“Right, Cameron, get off Matthew’s head and go get me a piece of paper. We are going to sign an agreement to all live peacefully together.”

“No, No Cam, that’s my paper. Mum, Cameron’s stealing my paper.”

“Can he have just one piece of that paper Matt, for the treaty. Just one? Go on. Well done boys. Now shall we write this treaty?”

Maori Canoe Waitangi

Maori Canoe Waitangi

Look let’s write a treaty…

“But I don’t understand Maori Mum.”

“It’s Ok Matt, we’ll just write it in English.”

“But it’s got to be in Maori too. I know! I can say ‘I’m hungry in Japanese. Shall we do one in Japanese Mum?”

“No Matt. No one can speak Japanese can they?”

“Japanese people can.”

“But no one in this family can…”

“I can say ‘I’m Hungry'”

“Look Matthew. We can’t do a whole treaty based on two words can we? Now what would you want Cameron to agree to do in your treaty so you could live nicely and not fight?”

At Waitangi, New Zealand

Waitangi may be a peaceful place now but it doesn’t wash off on the boys

What should go in it?

“Not steal my helicopter.”

“Ok, we’ll write that. Not steal helicopter. Anything else?”

“Cameron, you’re not to touch my helicopter for ever and ever, all right?.”

“Don’t want helicopter.”

“Well you cant have it…ever.”

“Matthew, you don’t steal my lamby to go on your helicopter.”

“Right boys. That’s enough about helicopters. What else.”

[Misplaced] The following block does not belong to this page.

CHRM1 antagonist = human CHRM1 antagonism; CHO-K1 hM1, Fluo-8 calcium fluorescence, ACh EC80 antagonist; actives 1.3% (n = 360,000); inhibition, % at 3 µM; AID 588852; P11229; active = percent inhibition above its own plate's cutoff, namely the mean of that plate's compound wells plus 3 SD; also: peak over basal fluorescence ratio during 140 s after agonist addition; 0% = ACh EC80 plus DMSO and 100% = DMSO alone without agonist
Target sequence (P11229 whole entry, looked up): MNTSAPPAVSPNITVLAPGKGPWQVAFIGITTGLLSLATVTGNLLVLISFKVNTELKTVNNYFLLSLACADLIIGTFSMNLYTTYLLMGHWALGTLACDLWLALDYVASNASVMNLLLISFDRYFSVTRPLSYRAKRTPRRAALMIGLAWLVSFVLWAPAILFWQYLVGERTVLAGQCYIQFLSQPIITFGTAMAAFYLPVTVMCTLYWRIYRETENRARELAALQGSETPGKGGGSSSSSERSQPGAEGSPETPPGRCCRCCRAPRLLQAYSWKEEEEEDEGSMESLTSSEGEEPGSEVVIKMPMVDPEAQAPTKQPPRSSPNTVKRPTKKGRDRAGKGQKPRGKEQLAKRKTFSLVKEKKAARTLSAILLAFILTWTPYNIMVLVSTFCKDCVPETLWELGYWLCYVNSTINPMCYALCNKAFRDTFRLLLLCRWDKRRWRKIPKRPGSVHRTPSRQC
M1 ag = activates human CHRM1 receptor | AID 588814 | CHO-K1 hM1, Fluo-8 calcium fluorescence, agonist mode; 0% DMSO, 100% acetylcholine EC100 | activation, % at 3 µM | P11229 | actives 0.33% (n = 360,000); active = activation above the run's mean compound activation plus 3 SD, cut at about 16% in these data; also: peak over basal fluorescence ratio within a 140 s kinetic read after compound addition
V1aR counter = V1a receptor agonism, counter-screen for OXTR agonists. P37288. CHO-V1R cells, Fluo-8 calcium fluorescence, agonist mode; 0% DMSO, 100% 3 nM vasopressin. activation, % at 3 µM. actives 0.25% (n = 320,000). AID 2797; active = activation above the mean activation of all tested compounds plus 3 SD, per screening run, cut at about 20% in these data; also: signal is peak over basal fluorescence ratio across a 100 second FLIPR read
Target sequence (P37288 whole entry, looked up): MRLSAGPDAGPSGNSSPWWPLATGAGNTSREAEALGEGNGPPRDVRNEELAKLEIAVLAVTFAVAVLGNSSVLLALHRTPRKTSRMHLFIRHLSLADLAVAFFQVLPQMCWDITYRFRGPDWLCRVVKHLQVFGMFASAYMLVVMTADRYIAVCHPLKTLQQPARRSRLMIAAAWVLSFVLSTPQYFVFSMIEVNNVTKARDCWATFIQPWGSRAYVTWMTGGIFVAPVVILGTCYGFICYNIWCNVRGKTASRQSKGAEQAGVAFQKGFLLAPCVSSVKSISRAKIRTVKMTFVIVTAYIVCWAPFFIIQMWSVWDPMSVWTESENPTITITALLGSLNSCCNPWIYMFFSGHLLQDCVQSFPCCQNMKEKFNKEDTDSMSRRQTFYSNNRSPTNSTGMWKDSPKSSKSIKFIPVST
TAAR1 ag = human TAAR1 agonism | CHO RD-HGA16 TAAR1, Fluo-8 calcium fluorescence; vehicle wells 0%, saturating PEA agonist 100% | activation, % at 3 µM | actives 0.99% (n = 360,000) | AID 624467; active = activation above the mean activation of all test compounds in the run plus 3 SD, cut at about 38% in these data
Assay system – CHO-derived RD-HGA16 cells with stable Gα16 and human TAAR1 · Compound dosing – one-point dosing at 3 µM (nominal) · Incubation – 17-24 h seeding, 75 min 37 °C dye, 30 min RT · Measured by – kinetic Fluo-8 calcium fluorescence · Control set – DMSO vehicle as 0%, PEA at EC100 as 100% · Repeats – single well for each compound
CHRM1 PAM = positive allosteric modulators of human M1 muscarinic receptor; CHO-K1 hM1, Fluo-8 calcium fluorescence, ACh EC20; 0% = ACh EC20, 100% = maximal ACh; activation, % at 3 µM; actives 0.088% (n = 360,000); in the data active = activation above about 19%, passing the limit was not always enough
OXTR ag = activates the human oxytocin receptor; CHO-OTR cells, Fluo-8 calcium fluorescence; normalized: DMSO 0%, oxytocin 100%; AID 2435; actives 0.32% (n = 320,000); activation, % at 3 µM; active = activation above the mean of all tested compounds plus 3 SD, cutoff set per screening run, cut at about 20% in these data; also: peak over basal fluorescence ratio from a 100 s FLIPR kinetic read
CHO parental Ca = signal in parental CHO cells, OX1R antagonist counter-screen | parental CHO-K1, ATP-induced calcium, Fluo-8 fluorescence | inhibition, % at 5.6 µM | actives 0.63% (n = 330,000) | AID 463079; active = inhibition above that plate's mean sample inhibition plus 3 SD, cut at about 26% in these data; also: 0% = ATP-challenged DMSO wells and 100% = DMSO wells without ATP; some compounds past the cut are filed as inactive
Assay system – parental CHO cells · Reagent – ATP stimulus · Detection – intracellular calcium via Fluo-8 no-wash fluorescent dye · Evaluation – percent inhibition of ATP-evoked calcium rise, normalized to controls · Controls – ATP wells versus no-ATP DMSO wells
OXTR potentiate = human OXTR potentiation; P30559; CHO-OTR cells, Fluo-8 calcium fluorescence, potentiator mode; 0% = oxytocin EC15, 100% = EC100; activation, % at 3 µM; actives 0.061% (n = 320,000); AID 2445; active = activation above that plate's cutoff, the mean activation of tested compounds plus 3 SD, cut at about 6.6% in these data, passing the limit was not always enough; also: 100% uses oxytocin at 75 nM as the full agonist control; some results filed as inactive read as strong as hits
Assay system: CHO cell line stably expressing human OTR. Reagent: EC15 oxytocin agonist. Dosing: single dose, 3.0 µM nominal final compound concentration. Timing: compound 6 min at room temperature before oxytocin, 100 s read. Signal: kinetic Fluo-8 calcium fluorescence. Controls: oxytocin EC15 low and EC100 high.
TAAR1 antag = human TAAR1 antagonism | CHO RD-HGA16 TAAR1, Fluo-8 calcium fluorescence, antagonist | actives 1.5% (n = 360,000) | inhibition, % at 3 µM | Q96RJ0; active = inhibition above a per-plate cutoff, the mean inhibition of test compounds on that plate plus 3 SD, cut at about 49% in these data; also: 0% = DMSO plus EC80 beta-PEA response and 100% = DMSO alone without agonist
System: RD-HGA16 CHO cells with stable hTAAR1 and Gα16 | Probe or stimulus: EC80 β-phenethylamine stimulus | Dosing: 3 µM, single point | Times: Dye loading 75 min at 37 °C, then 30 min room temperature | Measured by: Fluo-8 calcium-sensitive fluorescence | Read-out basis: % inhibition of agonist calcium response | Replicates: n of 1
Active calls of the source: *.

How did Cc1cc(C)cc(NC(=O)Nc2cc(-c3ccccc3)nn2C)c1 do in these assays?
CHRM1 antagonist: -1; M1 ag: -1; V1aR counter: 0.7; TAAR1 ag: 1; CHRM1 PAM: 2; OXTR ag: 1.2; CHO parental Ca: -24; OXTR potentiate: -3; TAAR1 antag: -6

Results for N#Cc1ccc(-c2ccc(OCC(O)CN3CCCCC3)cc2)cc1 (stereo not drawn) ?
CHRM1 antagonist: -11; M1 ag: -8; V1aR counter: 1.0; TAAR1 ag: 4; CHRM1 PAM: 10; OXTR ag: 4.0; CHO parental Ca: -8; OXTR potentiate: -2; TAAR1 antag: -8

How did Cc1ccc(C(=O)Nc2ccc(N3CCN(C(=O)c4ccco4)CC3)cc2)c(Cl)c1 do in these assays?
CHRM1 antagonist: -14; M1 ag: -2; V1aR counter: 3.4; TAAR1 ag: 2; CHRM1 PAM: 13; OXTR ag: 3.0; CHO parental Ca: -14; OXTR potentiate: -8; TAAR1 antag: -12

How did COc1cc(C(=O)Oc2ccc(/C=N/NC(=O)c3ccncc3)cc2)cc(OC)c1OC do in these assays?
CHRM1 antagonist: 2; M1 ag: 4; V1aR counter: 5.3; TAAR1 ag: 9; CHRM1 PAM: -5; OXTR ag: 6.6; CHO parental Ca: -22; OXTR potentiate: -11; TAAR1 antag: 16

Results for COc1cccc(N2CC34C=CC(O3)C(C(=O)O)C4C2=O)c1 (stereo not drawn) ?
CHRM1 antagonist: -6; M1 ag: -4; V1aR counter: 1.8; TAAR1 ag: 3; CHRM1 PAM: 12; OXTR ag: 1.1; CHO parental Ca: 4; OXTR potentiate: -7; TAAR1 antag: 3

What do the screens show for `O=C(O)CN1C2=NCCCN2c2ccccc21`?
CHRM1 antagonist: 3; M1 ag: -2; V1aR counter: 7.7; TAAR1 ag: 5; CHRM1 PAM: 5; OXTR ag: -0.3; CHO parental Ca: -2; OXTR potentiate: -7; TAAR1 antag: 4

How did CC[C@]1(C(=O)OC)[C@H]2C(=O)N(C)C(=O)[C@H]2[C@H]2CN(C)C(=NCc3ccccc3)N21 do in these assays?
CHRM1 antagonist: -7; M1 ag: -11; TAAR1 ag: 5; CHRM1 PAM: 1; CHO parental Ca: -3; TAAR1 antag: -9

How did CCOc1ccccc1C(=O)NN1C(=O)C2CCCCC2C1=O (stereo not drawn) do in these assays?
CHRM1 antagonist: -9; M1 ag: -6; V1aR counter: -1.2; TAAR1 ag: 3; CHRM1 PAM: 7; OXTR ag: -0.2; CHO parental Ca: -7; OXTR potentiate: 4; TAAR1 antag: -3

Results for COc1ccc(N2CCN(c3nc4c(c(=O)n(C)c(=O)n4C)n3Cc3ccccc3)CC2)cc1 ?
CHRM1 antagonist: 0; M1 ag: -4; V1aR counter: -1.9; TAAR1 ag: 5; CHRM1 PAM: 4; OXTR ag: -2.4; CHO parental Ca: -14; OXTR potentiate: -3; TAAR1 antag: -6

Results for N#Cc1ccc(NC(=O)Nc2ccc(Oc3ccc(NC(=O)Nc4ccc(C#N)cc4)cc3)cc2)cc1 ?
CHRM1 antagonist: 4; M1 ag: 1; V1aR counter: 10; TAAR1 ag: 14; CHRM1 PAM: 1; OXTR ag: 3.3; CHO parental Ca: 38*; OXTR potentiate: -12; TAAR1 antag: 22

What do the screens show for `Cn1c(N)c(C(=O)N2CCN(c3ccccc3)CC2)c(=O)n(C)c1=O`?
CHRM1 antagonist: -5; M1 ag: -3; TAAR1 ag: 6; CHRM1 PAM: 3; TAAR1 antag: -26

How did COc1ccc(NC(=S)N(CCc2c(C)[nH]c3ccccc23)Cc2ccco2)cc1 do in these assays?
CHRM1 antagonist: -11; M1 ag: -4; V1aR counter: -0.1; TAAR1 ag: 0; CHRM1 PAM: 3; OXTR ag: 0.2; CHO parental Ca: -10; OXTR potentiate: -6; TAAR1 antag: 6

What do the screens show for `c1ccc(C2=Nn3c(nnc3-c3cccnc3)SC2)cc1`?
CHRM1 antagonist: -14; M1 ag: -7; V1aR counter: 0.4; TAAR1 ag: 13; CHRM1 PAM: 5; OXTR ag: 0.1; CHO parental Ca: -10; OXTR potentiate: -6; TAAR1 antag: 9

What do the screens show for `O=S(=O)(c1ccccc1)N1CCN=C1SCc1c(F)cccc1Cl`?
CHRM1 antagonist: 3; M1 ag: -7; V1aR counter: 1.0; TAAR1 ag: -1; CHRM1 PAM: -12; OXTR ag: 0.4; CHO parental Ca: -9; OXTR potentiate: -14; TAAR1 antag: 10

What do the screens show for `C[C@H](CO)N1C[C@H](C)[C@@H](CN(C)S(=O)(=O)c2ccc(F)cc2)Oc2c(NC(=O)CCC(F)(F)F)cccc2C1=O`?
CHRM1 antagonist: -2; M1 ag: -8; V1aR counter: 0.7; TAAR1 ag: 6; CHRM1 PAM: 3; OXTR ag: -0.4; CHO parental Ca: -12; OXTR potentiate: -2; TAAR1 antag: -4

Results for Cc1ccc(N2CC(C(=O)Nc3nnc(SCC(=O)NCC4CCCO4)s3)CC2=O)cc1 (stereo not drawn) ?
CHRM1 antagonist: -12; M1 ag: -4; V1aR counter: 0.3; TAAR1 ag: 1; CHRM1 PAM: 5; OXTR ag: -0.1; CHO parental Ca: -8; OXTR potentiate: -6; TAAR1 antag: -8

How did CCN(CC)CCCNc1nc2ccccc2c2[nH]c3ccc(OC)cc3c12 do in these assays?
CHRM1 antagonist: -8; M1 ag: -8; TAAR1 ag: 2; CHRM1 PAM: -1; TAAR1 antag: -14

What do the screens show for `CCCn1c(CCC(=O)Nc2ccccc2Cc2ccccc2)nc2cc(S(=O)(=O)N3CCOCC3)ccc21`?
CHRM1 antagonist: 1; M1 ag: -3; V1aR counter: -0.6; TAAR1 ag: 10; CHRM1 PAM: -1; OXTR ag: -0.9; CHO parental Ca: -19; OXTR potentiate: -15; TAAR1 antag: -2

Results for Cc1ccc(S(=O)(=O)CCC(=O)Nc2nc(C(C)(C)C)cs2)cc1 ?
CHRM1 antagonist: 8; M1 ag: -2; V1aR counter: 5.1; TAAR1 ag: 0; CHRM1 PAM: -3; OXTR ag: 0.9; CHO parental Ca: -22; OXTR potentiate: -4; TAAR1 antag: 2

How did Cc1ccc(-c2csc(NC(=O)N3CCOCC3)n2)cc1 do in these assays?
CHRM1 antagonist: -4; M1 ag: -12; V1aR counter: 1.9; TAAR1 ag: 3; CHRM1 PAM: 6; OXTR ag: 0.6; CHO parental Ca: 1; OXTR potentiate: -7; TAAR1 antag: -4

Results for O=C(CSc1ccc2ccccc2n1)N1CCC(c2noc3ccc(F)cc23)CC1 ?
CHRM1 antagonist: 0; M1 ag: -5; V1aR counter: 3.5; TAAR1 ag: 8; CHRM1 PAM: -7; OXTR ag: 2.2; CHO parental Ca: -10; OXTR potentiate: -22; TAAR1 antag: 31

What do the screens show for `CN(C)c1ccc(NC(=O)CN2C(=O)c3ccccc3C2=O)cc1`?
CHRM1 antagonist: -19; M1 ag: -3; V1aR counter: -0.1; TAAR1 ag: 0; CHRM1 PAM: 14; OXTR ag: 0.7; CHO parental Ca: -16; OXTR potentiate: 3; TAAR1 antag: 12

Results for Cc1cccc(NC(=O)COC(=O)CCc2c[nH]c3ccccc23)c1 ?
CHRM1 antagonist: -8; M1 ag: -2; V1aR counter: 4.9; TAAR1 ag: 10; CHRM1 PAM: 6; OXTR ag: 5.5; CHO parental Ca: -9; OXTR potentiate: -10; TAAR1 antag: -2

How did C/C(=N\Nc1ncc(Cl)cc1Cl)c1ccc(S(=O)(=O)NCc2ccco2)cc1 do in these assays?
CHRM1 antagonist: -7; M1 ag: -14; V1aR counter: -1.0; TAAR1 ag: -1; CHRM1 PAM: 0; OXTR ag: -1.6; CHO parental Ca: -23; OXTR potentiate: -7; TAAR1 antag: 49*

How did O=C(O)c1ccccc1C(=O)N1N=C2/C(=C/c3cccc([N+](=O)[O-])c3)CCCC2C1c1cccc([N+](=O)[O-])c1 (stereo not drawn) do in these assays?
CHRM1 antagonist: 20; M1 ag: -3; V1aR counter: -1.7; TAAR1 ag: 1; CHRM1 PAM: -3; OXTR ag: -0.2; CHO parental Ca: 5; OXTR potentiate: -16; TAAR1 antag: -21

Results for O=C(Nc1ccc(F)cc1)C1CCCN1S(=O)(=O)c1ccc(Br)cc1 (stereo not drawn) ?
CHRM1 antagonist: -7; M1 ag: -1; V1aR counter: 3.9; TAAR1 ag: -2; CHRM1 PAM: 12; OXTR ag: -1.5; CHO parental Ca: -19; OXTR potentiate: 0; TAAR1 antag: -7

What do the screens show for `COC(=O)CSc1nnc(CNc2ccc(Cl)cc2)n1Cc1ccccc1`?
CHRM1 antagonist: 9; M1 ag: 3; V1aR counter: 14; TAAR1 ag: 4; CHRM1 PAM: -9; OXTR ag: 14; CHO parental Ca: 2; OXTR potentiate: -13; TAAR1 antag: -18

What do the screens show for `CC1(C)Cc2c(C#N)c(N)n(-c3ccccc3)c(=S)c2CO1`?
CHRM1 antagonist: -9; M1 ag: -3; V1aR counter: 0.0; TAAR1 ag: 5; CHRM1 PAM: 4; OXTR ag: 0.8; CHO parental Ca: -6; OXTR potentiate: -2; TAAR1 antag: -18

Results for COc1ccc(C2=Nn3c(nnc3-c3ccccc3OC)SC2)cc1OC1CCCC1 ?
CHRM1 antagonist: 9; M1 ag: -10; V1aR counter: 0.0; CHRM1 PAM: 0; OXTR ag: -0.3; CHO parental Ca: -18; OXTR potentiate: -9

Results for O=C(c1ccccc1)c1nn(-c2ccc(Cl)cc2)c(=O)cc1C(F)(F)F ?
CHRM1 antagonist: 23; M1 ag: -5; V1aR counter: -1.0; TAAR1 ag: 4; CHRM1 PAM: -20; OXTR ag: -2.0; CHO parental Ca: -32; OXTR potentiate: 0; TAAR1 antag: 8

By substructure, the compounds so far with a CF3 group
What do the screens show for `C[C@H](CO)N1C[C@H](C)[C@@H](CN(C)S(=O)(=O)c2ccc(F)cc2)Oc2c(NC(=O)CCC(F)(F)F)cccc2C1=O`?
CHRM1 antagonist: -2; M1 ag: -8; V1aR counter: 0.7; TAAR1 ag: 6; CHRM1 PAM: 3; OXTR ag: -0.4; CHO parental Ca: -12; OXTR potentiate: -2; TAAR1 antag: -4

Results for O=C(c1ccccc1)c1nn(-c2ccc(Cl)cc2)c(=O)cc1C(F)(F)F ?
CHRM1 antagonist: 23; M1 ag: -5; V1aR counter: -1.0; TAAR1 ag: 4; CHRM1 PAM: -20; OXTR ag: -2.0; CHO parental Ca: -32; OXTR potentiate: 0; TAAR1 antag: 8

“Cameron is to do all his wees and poos on the toilet.”

“That’s a good one. Cameron, will you do that?”

“No.”

“Cam, is there anything you’d like Matthew to do?”

“Play with me in the playground.”

“No. Don’t EVER come near me in the playground. And don’t ever keep me awake when I’m trying to sleep. And no crying. And don’t eat all the sweeties.”

“You stupid and filthy.”

“Mum, Cameron just hit me.”

“I want Daddy. Daddy, Mummy and Matthew upset me.”

Just SIGN It please…

“Guys shall we sign this treaty? Matthew? Cameron? Ok boys, if you sign the treaty I’ll give you both a treat. Sweeties, lemonade popsicles, anyone for a treat? Go and look in my bar bag.”

“Mum, Cam’s got all the sweeties. And it was in the treaty…don’t eat all the sweeties RIGHT? Mum, Cameron’s taken my helicopter, Mum, tell Cameron. Mum, I don’t like Cameron.”

“Right, that’s the treaty finished. I’ve had enough now. Sign it here both of you.”

“In Maori?”

“Matthew, you can sign it in bloody Japanese for all I care.”

“Get off Cameron, I’m signing it.”

“No I sign it.”

“Mum, Cameron’s ripped the treaty. Don’t ever EVER do that to the treaty again Cameron. Mum, Cameron’s ripped the treaty and done a wee in his pants. Mum, Mum?”

Maori Carving at Waitangi

Maori Carving on Maori Meeting House at Waitangi

About the author

Kirstie Pelling

Kirstie is the Editor of The Family Adventure Project. A professional writer and poet, she's the creative and journalistic force behind many of the stories and features published here. She's a co-founder and co-director of The Family Adventure Project and also works as the #poetinmotion producing and performing poetry for print, video and live performance.